# Section 4 Comparing distributions

In this section, we’ll consider two ways of comparing distributions: box plots and histograms. Box plots are usually the best option for comparing multiple distributions in one plot, but histograms may be preferable if there are only two distributions to compare. When comparing histograms, it’s likely we’ll need to do some editing to get a nice looking and informative figure.

We consider the `mvscores`

dataset from the `MAS6005`

library. The aim is to compare test match batting scores for one player, Michael Vaughan, between the matches he played as captain, and the matches where he was not captain.

## 4.1 Box plots

If we want to compare scores in the two periods, we can use a box plot:

```
library(MAS6005)
attach(mvscores)
boxplot(runs ~ captain,
ylab = "runs scored",
names = c("Matches not played as captain",
"Matches played as captain"))
```

In the `mvscores`

data, we have two 2-level factors as independent variables (`captain`

and `innings`

), so we may wish to compare runs scored for the \(2\times 2\) groups that these define. Batting can be more difficult in a second innings, due to wear of the pitch. For those with no interest in/knowledge of cricket, the idea here is to think of `captain`

as the main factor of interest, with `innings`

as a blocking variable: we may be more interested in comparing captain/not captain scores within innings the same innings type than between different innings types.

If we specify a suitable `formula`

in the `boxplot`

command, we can display distributions for the four groups, but we should think about the order we specify the factors. We have two choices:

`boxplot(runs ~ captain + innings)`

`boxplot(runs ~ innings + captain)`

Arguably, the first choice is more useful: if we think of `innings`

as a blocking variable, so that we want to make comparisons within blocks: the first option plots the appropriate distributions next to each other.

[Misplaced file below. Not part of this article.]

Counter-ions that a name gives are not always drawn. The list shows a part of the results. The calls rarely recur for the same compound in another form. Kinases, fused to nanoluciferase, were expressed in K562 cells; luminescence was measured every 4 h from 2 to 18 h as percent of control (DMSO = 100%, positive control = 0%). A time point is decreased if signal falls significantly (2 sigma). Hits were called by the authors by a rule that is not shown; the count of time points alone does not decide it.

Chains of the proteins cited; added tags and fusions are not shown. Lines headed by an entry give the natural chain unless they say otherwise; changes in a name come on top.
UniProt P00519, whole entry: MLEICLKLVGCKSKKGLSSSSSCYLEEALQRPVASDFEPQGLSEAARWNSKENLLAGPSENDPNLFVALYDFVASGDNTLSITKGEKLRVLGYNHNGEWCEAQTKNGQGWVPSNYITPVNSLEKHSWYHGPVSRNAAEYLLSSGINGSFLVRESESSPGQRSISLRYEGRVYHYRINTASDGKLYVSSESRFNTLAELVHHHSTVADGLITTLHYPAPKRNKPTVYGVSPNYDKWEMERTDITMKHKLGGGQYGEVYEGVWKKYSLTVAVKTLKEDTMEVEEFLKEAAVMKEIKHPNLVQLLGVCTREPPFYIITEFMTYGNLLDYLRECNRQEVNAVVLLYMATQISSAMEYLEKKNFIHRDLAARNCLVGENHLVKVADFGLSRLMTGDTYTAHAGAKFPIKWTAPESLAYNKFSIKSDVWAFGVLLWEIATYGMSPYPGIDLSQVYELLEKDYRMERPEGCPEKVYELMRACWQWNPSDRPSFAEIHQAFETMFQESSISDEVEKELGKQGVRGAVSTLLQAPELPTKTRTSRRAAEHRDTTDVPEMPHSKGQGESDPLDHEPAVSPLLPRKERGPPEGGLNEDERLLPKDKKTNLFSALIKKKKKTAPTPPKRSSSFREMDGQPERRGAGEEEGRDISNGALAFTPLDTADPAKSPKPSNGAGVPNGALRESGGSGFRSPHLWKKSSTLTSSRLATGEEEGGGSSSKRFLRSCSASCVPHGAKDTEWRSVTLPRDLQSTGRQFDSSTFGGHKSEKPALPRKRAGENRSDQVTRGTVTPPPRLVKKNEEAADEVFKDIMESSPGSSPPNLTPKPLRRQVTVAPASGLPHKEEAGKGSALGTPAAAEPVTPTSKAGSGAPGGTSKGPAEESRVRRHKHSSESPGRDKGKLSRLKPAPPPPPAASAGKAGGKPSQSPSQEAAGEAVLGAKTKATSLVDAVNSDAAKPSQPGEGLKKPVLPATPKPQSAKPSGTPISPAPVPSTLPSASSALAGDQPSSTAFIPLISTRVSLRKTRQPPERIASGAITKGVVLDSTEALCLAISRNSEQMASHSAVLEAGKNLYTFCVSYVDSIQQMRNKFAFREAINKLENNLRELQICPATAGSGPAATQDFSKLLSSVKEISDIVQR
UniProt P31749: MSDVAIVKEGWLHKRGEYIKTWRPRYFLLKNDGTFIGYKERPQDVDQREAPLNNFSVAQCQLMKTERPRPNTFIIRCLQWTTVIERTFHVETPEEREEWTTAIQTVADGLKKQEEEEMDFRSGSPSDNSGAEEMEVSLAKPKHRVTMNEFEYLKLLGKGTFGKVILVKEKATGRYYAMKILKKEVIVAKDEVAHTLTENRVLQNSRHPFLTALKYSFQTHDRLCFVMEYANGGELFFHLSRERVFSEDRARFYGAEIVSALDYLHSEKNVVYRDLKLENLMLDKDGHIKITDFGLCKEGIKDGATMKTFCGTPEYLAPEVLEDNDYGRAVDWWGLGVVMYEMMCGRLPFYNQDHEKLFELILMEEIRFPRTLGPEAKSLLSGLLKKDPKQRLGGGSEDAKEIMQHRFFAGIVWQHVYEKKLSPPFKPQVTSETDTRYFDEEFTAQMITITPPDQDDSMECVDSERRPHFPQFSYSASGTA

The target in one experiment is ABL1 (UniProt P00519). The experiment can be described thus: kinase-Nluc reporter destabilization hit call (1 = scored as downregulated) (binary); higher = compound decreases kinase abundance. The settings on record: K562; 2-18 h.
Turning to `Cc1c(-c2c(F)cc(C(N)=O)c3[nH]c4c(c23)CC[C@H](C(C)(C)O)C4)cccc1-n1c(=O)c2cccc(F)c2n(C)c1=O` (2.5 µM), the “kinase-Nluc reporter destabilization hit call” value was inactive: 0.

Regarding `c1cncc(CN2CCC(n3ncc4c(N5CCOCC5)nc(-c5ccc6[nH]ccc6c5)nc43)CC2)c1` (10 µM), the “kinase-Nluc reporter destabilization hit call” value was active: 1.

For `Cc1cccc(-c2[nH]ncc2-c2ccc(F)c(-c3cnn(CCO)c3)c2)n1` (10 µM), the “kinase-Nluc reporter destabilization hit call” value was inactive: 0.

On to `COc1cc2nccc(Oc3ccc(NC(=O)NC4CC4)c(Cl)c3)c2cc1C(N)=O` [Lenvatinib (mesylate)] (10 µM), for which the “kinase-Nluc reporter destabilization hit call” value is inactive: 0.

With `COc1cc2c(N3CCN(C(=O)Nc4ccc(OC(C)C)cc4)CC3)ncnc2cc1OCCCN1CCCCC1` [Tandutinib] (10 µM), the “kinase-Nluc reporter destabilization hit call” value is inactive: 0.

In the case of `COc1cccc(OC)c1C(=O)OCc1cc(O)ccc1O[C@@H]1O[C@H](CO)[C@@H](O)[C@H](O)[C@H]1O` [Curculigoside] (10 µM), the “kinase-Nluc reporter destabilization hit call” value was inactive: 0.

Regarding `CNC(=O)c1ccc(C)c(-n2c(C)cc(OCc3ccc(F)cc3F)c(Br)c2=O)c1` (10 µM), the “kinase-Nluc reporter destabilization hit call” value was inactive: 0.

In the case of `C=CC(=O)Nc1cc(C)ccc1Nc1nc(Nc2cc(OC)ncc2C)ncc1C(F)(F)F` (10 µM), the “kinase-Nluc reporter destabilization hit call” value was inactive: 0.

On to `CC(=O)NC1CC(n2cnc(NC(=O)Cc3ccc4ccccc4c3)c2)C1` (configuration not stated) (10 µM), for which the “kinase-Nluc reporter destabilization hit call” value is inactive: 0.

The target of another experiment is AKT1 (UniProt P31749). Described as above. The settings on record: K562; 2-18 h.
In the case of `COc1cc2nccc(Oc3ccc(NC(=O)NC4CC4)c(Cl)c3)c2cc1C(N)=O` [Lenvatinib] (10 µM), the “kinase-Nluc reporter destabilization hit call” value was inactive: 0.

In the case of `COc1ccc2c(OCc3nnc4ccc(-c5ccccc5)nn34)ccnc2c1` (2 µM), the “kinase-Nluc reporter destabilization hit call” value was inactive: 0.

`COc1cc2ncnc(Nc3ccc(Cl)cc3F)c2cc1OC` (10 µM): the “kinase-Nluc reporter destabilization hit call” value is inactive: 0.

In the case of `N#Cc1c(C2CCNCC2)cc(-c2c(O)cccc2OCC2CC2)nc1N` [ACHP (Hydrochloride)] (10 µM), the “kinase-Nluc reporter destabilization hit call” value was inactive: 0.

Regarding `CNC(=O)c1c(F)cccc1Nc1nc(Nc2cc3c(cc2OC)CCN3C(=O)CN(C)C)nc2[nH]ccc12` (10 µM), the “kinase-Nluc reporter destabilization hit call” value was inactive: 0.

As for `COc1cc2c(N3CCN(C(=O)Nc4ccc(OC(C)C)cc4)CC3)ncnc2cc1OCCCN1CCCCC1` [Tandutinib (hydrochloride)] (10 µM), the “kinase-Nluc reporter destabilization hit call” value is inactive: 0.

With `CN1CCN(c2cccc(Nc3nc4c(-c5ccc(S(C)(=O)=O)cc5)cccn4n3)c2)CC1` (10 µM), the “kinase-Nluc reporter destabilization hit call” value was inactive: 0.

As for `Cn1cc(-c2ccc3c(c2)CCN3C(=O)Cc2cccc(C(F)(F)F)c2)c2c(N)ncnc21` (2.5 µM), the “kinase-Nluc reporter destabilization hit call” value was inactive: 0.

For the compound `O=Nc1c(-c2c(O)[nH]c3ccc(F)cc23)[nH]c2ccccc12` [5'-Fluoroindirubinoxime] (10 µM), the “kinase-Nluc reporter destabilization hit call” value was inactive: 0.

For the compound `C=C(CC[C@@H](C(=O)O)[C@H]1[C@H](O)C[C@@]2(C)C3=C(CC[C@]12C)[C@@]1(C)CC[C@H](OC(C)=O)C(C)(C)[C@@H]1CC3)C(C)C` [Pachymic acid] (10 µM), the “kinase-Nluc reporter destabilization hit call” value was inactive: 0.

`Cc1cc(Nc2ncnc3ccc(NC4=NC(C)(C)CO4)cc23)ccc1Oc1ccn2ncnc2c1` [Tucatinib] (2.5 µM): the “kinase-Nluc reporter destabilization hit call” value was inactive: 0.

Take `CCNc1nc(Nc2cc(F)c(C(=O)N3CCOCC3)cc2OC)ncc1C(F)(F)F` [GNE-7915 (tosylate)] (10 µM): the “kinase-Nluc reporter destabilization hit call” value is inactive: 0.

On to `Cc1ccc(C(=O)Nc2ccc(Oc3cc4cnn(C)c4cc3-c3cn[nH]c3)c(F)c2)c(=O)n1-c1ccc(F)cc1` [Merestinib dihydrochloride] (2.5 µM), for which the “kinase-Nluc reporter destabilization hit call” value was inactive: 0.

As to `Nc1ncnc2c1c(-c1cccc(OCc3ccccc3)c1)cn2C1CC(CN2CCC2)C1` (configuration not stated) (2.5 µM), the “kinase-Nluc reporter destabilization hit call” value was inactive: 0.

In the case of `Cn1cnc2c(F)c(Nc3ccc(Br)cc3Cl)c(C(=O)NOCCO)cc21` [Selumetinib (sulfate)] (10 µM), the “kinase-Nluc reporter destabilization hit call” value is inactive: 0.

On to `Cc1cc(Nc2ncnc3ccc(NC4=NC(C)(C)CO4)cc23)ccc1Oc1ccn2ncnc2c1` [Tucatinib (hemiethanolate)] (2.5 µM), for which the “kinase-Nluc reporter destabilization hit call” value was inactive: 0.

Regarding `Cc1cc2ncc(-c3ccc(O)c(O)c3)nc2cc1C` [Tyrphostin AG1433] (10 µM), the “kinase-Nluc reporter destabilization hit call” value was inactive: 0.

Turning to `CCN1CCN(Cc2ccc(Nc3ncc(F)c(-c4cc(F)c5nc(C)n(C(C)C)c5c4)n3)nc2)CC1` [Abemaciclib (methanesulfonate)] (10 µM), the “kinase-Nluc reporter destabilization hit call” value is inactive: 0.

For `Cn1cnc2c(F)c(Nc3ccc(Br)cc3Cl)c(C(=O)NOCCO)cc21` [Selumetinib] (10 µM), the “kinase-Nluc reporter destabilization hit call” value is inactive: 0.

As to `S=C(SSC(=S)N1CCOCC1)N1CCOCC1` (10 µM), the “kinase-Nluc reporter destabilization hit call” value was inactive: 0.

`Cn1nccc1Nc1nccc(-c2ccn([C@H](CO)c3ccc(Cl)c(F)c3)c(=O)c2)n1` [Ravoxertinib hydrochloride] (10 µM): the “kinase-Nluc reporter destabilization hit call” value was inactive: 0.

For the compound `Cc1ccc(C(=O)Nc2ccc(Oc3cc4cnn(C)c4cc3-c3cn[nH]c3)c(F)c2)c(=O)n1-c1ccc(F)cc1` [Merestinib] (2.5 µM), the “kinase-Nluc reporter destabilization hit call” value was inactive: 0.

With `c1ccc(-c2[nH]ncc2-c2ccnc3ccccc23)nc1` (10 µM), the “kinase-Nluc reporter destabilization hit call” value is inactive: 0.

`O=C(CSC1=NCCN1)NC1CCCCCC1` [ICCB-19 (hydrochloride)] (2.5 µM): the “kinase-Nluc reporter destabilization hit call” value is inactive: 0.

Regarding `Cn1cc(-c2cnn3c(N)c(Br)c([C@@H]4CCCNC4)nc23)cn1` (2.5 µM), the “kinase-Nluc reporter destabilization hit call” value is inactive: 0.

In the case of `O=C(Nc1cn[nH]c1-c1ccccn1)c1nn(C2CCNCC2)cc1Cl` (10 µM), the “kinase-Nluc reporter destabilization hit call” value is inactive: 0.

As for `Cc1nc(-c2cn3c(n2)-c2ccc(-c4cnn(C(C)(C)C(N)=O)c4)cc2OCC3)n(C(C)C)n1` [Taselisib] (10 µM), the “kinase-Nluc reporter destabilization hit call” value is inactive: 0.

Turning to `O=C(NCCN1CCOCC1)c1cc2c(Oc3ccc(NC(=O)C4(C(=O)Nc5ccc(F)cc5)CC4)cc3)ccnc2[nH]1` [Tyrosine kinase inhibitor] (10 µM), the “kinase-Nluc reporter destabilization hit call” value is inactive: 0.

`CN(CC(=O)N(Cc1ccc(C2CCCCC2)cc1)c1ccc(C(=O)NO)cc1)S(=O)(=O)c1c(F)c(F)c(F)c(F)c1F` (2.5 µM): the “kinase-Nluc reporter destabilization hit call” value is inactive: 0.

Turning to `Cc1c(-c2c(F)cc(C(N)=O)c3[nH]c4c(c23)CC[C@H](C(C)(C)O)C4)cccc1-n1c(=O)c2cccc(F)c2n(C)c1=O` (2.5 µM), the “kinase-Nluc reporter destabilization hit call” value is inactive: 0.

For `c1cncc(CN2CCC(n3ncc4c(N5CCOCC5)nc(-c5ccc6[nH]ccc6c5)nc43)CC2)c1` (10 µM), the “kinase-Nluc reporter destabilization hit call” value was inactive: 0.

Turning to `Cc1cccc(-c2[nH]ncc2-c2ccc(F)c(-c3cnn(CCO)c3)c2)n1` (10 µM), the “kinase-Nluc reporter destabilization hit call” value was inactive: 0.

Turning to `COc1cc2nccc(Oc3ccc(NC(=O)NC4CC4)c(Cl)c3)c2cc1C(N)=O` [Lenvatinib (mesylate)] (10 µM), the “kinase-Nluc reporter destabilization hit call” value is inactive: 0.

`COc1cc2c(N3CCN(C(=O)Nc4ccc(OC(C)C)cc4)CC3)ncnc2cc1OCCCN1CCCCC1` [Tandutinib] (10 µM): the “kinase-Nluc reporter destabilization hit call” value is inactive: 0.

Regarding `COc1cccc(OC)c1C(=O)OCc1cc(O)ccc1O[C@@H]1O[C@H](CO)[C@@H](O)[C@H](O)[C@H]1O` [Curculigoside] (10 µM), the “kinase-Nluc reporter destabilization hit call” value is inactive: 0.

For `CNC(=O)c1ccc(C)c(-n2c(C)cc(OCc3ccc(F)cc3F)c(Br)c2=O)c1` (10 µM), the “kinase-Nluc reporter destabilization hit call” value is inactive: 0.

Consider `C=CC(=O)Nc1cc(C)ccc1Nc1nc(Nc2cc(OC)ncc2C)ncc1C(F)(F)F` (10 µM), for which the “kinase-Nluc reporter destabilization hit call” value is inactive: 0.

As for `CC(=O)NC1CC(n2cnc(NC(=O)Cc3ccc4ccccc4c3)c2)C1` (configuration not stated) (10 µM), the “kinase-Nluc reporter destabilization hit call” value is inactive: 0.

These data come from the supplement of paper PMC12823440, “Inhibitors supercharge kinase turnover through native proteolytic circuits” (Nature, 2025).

Of course, we now have more tidying to do: we need proper labels for each box. We may need to use line breaks to fit all the labels in, which has a knock-on effect of needing to create more space between the tick marks and the axes labels. (Use \n inside an R string variable to produce a line break.)

```
par(mgp = c(3, 2, 0))
boxplot(runs ~ captain + innings,
ylab = "runs scored",
names = c("First innings, \nnot captain",
"First innings, \nas captain",
"Second innings, \nnot captain",
"Second innings, \nas captain"
)
)
```

## 4.2 Histograms

If we ignore `innings`

, so that we just have have two groups, we could instead plot two histograms to compare the distributions. We’ll use the `mfrow`

option to draw two plots together, but you could handle this differently within an Rmarkdown/knitr document.

```
par(mfrow = c(1, 2))
hist(runs[captain=="no"],
xlab = "Runs scored, not playing as captain",
main = "")
hist(runs[captain=="yes"],
xlab = "Runs scored, playing as captain",
main = "")
```

Note that we’ve supressed the title with the argument `main = ""`

. R histograms will include titles by default, but these are usually worth removing, as a proper axis label and caption should be sufficient.

Two things stand out as needing improvement:

- the two histograms aren’t drawn on the same scale, with the same axes limits;
- the bar widths are different; this looks untidy and makes comparison of the two histograms more difficult.

Although perhaps not obvious for the plot, the number of observations in the two periods isn’t the same (61 and 86), so it would also be better to scale the total area shown in each histogram to 1.

When plotting a histogram of sample data, we might think about what shape we expect the population distribution to have, and then choose a bar width to give the best impression of this shape. Here, we actually have population data rather than sample data, but in the context of cricket scores, bin widths of size 10 would be a reasonable choice.

```
par(mfrow = c(1, 2))
hist(runs[captain=="no"], xlab = "Runs scored, not playing as captain",
main = "",
breaks = 10 * 0:20, ylim = c(0, .03), prob = TRUE)
hist(runs[captain=="yes"], xlab = "Runs scored, playing as captain", main = "",
breaks = 10 * 0:20, ylim = c(0, .03), prob = TRUE)
```

Another possibility is to place one histogram underneath the other one. This can make it a little easier to see a shift in location, although you may need to make the figure quite large, otherwise the two histograms will look cramped:

```
par(mfrow = c(2, 1))
hist(runs[captain=="no"], xlab = "Runs scored, not playing as captain",
main = "",
breaks = 10 * 0:20, ylim = c(0, .03), prob = TRUE)
hist(runs[captain=="yes"], xlab = "Runs scored, playing as captain", main = "",
breaks = 10 * 0:20, ylim = c(0, .03), prob = TRUE)
```

This can be handled differently in `ggplot2`

using ‘facets’. `ggplot2`

also makes it easy to overlay histograms (and density plots), but this doesn’t always give a good effect.